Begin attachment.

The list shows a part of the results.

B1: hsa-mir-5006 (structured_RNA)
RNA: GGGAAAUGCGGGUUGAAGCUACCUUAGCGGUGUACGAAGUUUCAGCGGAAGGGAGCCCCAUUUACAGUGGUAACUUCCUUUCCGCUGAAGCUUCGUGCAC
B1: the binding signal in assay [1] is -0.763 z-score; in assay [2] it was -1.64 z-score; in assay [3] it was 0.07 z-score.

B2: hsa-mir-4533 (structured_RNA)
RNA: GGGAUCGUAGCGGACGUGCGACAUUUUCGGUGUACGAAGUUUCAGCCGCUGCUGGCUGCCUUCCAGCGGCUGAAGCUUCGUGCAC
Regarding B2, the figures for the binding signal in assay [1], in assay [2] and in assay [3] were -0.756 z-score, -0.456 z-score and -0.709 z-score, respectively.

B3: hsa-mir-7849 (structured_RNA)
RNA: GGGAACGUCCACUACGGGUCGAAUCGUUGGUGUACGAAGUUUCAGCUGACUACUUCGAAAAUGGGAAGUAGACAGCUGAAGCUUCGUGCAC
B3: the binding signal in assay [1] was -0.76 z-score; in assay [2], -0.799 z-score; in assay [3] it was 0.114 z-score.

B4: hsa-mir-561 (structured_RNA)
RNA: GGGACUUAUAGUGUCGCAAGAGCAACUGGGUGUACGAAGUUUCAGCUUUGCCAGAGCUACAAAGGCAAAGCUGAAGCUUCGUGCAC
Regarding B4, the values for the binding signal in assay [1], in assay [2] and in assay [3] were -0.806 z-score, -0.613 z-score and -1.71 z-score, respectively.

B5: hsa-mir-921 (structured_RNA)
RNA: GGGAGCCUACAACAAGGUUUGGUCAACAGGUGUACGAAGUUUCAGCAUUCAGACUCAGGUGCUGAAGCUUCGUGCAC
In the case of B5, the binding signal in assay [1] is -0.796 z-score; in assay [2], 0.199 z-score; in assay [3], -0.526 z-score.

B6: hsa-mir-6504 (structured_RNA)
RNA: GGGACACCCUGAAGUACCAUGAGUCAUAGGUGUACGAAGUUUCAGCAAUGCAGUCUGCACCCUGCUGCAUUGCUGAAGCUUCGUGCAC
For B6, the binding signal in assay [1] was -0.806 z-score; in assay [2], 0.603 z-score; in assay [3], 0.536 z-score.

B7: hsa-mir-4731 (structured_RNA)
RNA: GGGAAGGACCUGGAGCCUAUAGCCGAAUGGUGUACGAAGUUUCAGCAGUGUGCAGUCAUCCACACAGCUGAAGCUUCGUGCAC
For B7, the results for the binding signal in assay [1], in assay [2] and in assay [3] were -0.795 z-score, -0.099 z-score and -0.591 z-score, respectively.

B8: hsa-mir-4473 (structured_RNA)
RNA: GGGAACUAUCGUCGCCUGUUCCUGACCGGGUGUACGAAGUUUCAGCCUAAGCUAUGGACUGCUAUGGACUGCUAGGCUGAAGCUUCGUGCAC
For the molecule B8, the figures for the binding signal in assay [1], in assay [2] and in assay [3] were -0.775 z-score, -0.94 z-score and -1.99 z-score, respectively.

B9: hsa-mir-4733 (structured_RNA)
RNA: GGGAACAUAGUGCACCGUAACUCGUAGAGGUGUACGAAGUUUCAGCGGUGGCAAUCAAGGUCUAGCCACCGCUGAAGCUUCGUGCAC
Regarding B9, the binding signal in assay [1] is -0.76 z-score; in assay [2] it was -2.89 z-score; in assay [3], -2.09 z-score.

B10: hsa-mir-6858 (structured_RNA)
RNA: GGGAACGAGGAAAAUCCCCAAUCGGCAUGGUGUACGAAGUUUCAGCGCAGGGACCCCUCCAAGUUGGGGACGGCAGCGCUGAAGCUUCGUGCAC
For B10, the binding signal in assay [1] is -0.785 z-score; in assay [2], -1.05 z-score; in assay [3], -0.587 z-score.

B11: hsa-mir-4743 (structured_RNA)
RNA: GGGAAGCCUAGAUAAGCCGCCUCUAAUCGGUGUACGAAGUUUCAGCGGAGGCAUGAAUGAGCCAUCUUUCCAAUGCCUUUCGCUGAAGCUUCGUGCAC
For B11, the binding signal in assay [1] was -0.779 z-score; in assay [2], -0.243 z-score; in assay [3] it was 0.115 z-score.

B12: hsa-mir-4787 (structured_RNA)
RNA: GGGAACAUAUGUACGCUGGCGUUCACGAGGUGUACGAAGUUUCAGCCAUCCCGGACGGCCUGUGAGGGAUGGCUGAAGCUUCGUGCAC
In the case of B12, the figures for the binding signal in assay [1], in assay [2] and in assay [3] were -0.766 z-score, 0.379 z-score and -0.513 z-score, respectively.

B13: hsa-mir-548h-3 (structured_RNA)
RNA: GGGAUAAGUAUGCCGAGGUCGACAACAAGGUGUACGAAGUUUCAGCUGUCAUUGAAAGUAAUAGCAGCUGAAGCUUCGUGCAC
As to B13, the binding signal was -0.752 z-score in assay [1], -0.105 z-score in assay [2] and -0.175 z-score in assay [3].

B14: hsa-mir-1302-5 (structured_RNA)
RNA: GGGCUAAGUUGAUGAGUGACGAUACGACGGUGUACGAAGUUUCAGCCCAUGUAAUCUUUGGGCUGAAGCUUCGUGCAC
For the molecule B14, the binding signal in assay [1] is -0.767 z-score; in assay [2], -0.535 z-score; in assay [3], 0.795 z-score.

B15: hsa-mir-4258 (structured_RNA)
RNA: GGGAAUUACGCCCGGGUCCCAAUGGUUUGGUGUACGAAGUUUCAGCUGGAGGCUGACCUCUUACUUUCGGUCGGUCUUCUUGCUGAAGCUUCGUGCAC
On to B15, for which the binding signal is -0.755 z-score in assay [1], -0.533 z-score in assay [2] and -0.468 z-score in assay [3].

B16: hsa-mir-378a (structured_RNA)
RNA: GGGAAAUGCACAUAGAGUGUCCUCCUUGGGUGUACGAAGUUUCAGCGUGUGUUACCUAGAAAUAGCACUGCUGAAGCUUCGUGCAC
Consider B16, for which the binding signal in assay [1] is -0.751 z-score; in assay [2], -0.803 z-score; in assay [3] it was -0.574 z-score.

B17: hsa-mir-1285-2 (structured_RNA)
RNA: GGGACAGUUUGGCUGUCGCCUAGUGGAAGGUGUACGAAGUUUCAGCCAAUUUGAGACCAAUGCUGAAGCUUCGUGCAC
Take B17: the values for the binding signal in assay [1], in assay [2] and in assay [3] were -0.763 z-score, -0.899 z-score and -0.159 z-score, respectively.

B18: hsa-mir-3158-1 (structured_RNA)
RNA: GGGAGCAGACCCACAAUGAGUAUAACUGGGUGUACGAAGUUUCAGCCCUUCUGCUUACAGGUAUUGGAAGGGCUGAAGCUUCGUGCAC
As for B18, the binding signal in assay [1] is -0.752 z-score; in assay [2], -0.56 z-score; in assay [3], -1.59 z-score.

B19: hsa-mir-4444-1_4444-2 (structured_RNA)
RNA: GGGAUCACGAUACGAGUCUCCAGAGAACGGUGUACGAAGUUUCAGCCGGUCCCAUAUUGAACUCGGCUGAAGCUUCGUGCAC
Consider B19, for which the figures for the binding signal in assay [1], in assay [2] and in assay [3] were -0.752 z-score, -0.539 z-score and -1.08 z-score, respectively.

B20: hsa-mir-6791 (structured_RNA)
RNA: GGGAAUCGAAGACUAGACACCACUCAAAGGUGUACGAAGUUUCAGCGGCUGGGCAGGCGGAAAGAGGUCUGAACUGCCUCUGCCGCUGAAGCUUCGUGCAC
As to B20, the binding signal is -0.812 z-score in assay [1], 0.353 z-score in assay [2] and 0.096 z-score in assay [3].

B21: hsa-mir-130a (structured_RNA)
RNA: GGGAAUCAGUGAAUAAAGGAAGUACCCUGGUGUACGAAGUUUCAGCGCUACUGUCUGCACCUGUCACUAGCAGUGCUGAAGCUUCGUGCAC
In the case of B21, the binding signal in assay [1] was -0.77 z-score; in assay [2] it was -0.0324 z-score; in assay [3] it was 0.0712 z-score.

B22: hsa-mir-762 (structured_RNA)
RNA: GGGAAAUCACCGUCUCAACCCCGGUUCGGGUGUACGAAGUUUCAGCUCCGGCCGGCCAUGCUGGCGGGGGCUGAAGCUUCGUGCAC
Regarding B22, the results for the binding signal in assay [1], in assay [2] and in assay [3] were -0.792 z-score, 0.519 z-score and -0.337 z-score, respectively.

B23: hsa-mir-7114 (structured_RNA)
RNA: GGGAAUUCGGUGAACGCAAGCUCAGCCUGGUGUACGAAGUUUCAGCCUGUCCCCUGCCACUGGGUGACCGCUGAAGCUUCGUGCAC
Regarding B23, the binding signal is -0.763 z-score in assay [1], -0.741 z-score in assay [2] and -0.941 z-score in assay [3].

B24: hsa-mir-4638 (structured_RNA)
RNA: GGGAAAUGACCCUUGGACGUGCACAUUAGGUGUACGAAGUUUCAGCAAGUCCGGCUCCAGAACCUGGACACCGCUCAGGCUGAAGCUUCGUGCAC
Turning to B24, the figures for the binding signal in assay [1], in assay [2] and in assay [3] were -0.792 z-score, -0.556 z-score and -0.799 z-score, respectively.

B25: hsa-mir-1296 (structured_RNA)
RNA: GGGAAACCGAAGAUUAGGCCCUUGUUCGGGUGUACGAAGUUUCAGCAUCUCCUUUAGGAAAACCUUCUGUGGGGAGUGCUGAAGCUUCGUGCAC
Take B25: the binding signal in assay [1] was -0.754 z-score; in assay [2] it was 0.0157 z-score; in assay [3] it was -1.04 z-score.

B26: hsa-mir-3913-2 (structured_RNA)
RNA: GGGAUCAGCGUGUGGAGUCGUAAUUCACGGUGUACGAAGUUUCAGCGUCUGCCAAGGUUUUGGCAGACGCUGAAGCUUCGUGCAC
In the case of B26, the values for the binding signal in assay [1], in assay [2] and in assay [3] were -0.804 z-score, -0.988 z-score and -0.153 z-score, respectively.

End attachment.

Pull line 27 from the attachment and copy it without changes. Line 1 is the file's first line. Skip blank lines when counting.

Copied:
RNA: GGGAACAUAGUGCACCGUAACUCGUAGAGGUGUACGAAGUUUCAGCGGUGGCAAUCAAGGUCUAGCCACCGCUGAAGCUUCGUGCAC